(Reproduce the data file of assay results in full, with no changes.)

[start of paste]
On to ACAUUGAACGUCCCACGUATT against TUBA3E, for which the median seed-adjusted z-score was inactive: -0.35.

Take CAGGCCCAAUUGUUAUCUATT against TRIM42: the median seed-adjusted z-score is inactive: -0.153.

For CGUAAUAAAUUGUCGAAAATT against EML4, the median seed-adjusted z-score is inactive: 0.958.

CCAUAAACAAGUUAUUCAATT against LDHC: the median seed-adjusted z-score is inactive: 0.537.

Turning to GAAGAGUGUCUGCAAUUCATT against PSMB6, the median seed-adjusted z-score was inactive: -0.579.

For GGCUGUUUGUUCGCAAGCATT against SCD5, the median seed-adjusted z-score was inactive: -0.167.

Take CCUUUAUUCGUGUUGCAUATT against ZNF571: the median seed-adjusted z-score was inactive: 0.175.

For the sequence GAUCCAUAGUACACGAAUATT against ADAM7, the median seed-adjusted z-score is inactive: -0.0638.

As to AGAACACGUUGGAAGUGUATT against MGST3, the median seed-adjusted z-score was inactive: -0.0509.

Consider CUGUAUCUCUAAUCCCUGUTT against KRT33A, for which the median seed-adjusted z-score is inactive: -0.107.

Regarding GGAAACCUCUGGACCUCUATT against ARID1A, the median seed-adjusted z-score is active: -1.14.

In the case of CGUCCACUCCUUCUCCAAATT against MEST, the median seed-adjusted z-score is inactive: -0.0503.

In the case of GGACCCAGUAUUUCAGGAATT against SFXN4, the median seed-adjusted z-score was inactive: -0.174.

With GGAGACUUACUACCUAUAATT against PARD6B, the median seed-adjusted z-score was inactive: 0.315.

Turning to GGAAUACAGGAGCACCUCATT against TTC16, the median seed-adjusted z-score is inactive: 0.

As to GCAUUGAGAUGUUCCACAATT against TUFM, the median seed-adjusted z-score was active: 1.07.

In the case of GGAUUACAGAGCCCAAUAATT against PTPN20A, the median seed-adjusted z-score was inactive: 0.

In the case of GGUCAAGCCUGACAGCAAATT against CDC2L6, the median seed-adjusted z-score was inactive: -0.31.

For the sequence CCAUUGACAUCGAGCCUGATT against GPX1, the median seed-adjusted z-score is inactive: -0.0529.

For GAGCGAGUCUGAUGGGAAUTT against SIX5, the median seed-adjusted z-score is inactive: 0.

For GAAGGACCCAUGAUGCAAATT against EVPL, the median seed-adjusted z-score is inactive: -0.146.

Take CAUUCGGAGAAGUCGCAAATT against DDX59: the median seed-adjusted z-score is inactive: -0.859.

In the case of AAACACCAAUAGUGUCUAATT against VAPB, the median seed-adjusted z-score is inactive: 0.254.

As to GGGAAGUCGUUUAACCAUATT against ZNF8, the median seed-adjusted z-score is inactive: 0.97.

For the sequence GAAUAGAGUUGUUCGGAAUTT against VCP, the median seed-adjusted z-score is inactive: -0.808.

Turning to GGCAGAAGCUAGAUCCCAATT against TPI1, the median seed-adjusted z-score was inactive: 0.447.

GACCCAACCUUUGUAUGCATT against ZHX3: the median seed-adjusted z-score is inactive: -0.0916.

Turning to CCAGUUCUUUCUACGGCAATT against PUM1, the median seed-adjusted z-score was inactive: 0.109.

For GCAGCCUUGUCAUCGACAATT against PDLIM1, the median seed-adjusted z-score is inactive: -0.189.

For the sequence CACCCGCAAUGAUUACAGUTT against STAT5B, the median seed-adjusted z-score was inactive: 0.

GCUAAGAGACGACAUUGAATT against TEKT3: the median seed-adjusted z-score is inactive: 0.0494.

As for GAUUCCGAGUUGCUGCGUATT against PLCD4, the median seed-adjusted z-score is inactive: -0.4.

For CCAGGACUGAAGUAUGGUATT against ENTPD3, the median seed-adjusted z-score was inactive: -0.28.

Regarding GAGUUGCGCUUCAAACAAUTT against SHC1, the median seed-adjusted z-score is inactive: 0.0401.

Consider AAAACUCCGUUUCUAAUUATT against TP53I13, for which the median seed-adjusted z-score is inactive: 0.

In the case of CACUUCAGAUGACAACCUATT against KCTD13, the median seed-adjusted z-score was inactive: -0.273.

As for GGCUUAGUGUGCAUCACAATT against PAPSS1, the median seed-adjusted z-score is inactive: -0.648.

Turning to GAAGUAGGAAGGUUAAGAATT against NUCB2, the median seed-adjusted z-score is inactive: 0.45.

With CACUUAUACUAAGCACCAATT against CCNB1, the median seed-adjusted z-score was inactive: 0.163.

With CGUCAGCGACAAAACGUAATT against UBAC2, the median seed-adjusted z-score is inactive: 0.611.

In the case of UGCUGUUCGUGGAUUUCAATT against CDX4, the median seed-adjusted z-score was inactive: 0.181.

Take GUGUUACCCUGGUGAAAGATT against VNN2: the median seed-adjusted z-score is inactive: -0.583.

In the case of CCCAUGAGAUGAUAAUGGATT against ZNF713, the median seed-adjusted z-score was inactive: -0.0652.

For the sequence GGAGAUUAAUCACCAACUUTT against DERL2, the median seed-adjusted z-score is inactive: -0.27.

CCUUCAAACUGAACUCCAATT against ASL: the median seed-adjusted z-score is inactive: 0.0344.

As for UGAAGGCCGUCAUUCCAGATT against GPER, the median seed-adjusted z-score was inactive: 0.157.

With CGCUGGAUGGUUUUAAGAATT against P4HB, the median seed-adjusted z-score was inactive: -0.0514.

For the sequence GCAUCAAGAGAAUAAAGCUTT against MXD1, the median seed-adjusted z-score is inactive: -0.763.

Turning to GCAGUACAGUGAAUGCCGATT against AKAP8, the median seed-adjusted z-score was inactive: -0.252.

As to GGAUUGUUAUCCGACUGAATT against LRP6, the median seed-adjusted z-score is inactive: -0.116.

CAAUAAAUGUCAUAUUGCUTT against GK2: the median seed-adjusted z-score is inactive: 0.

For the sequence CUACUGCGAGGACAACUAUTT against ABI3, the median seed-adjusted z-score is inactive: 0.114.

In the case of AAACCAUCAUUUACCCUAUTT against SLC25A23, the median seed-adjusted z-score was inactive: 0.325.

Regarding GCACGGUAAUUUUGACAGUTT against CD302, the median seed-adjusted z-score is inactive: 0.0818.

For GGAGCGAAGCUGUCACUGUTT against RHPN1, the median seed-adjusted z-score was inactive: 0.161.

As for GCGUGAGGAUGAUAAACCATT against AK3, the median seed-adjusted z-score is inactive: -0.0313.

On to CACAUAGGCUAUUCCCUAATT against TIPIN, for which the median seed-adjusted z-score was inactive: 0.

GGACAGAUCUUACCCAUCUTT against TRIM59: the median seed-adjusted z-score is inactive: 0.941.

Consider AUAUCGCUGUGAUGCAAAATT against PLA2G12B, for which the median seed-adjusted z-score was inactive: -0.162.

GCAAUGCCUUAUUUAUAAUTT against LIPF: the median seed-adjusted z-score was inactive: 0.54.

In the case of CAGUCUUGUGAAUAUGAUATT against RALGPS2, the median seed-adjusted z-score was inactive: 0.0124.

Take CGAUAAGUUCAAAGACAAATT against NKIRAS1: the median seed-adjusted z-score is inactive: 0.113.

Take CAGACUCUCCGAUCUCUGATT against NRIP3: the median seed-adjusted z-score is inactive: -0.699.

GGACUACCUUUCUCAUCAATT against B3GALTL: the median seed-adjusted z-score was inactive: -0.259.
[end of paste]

On to ACAUUGAACGUCCCACGUATT against TUBA3E, for which the median seed-adjusted z-score was inactive: -0.35.

Take CAGGCCCAAUUGUUAUCUATT against TRIM42: the median seed-adjusted z-score is inactive: -0.153.

For CGUAAUAAAUUGUCGAAAATT against EML4, the median seed-adjusted z-score is inactive: 0.958.

CCAUAAACAAGUUAUUCAATT against LDHC: the median seed-adjusted z-score is inactive: 0.537.

Turning to GAAGAGUGUCUGCAAUUCATT against PSMB6, the median seed-adjusted z-score was inactive: -0.579.

For GGCUGUUUGUUCGCAAGCATT against SCD5, the median seed-adjusted z-score was inactive: -0.167.

Take CCUUUAUUCGUGUUGCAUATT against ZNF571: the median seed-adjusted z-score was inactive: 0.175.

For the sequence GAUCCAUAGUACACGAAUATT against ADAM7, the median seed-adjusted z-score is inactive: -0.0638.

As to AGAACACGUUGGAAGUGUATT against MGST3, the median seed-adjusted z-score was inactive: -0.0509.

Consider CUGUAUCUCUAAUCCCUGUTT against KRT33A, for which the median seed-adjusted z-score is inactive: -0.107.

Regarding GGAAACCUCUGGACCUCUATT against ARID1A, the median seed-adjusted z-score is active: -1.14.

In the case of CGUCCACUCCUUCUCCAAATT against MEST, the median seed-adjusted z-score is inactive: -0.0503.

In the case of GGACCCAGUAUUUCAGGAATT against SFXN4, the median seed-adjusted z-score was inactive: -0.174.

With GGAGACUUACUACCUAUAATT against PARD6B, the median seed-adjusted z-score was inactive: 0.315.

Turning to GGAAUACAGGAGCACCUCATT against TTC16, the median seed-adjusted z-score is inactive: 0.

As to GCAUUGAGAUGUUCCACAATT against TUFM, the median seed-adjusted z-score was active: 1.07.

In the case of GGAUUACAGAGCCCAAUAATT against PTPN20A, the median seed-adjusted z-score was inactive: 0.

In the case of GGUCAAGCCUGACAGCAAATT against CDC2L6, the median seed-adjusted z-score was inactive: -0.31.

For the sequence CCAUUGACAUCGAGCCUGATT against GPX1, the median seed-adjusted z-score is inactive: -0.0529.

For GAGCGAGUCUGAUGGGAAUTT against SIX5, the median seed-adjusted z-score is inactive: 0.

For GAAGGACCCAUGAUGCAAATT against EVPL, the median seed-adjusted z-score is inactive: -0.146.

Take CAUUCGGAGAAGUCGCAAATT against DDX59: the median seed-adjusted z-score is inactive: -0.859.

In the case of AAACACCAAUAGUGUCUAATT against VAPB, the median seed-adjusted z-score is inactive: 0.254.

As to GGGAAGUCGUUUAACCAUATT against ZNF8, the median seed-adjusted z-score is inactive: 0.97.

For the sequence GAAUAGAGUUGUUCGGAAUTT against VCP, the median seed-adjusted z-score is inactive: -0.808.

Turning to GGCAGAAGCUAGAUCCCAATT against TPI1, the median seed-adjusted z-score was inactive: 0.447.

GACCCAACCUUUGUAUGCATT against ZHX3: the median seed-adjusted z-score is inactive: -0.0916.

Turning to CCAGUUCUUUCUACGGCAATT against PUM1, the median seed-adjusted z-score was inactive: 0.109.

For GCAGCCUUGUCAUCGACAATT against PDLIM1, the median seed-adjusted z-score is inactive: -0.189.

For the sequence CACCCGCAAUGAUUACAGUTT against STAT5B, the median seed-adjusted z-score was inactive: 0.

GCUAAGAGACGACAUUGAATT against TEKT3: the median seed-adjusted z-score is inactive: 0.0494.

As for GAUUCCGAGUUGCUGCGUATT against PLCD4, the median seed-adjusted z-score is inactive: -0.4.

For CCAGGACUGAAGUAUGGUATT against ENTPD3, the median seed-adjusted z-score was inactive: -0.28.

Regarding GAGUUGCGCUUCAAACAAUTT against SHC1, the median seed-adjusted z-score is inactive: 0.0401.

Consider AAAACUCCGUUUCUAAUUATT against TP53I13, for which the median seed-adjusted z-score is inactive: 0.

In the case of CACUUCAGAUGACAACCUATT against KCTD13, the median seed-adjusted z-score was inactive: -0.273.

As for GGCUUAGUGUGCAUCACAATT against PAPSS1, the median seed-adjusted z-score is inactive: -0.648.

Turning to GAAGUAGGAAGGUUAAGAATT against NUCB2, the median seed-adjusted z-score is inactive: 0.45.

With CACUUAUACUAAGCACCAATT against CCNB1, the median seed-adjusted z-score was inactive: 0.163.

With CGUCAGCGACAAAACGUAATT against UBAC2, the median seed-adjusted z-score is inactive: 0.611.

In the case of UGCUGUUCGUGGAUUUCAATT against CDX4, the median seed-adjusted z-score was inactive: 0.181.

Take GUGUUACCCUGGUGAAAGATT against VNN2: the median seed-adjusted z-score is inactive: -0.583.

In the case of CCCAUGAGAUGAUAAUGGATT against ZNF713, the median seed-adjusted z-score was inactive: -0.0652.

For the sequence GGAGAUUAAUCACCAACUUTT against DERL2, the median seed-adjusted z-score is inactive: -0.27.

CCUUCAAACUGAACUCCAATT against ASL: the median seed-adjusted z-score is inactive: 0.0344.

As for UGAAGGCCGUCAUUCCAGATT against GPER, the median seed-adjusted z-score was inactive: 0.157.

With CGCUGGAUGGUUUUAAGAATT against P4HB, the median seed-adjusted z-score was inactive: -0.0514.

For the sequence GCAUCAAGAGAAUAAAGCUTT against MXD1, the median seed-adjusted z-score is inactive: -0.763.

Turning to GCAGUACAGUGAAUGCCGATT against AKAP8, the median seed-adjusted z-score was inactive: -0.252.

As to GGAUUGUUAUCCGACUGAATT against LRP6, the median seed-adjusted z-score is inactive: -0.116.

CAAUAAAUGUCAUAUUGCUTT against GK2: the median seed-adjusted z-score is inactive: 0.

For the sequence CUACUGCGAGGACAACUAUTT against ABI3, the median seed-adjusted z-score is inactive: 0.114.

In the case of AAACCAUCAUUUACCCUAUTT against SLC25A23, the median seed-adjusted z-score was inactive: 0.325.

Regarding GCACGGUAAUUUUGACAGUTT against CD302, the median seed-adjusted z-score is inactive: 0.0818.

For GGAGCGAAGCUGUCACUGUTT against RHPN1, the median seed-adjusted z-score was inactive: 0.161.

As for GCGUGAGGAUGAUAAACCATT against AK3, the median seed-adjusted z-score is inactive: -0.0313.

On to CACAUAGGCUAUUCCCUAATT against TIPIN, for which the median seed-adjusted z-score was inactive: 0.

GGACAGAUCUUACCCAUCUTT against TRIM59: the median seed-adjusted z-score is inactive: 0.941.

Consider AUAUCGCUGUGAUGCAAAATT against PLA2G12B, for which the median seed-adjusted z-score was inactive: -0.162.

GCAAUGCCUUAUUUAUAAUTT against LIPF: the median seed-adjusted z-score was inactive: 0.54.

In the case of CAGUCUUGUGAAUAUGAUATT against RALGPS2, the median seed-adjusted z-score was inactive: 0.0124.

Take CGAUAAGUUCAAAGACAAATT against NKIRAS1: the median seed-adjusted z-score is inactive: 0.113.

Take CAGACUCUCCGAUCUCUGATT against NRIP3: the median seed-adjusted z-score is inactive: -0.699.

GGACUACCUUUCUCAUCAATT against B3GALTL: the median seed-adjusted z-score was inactive: -0.259.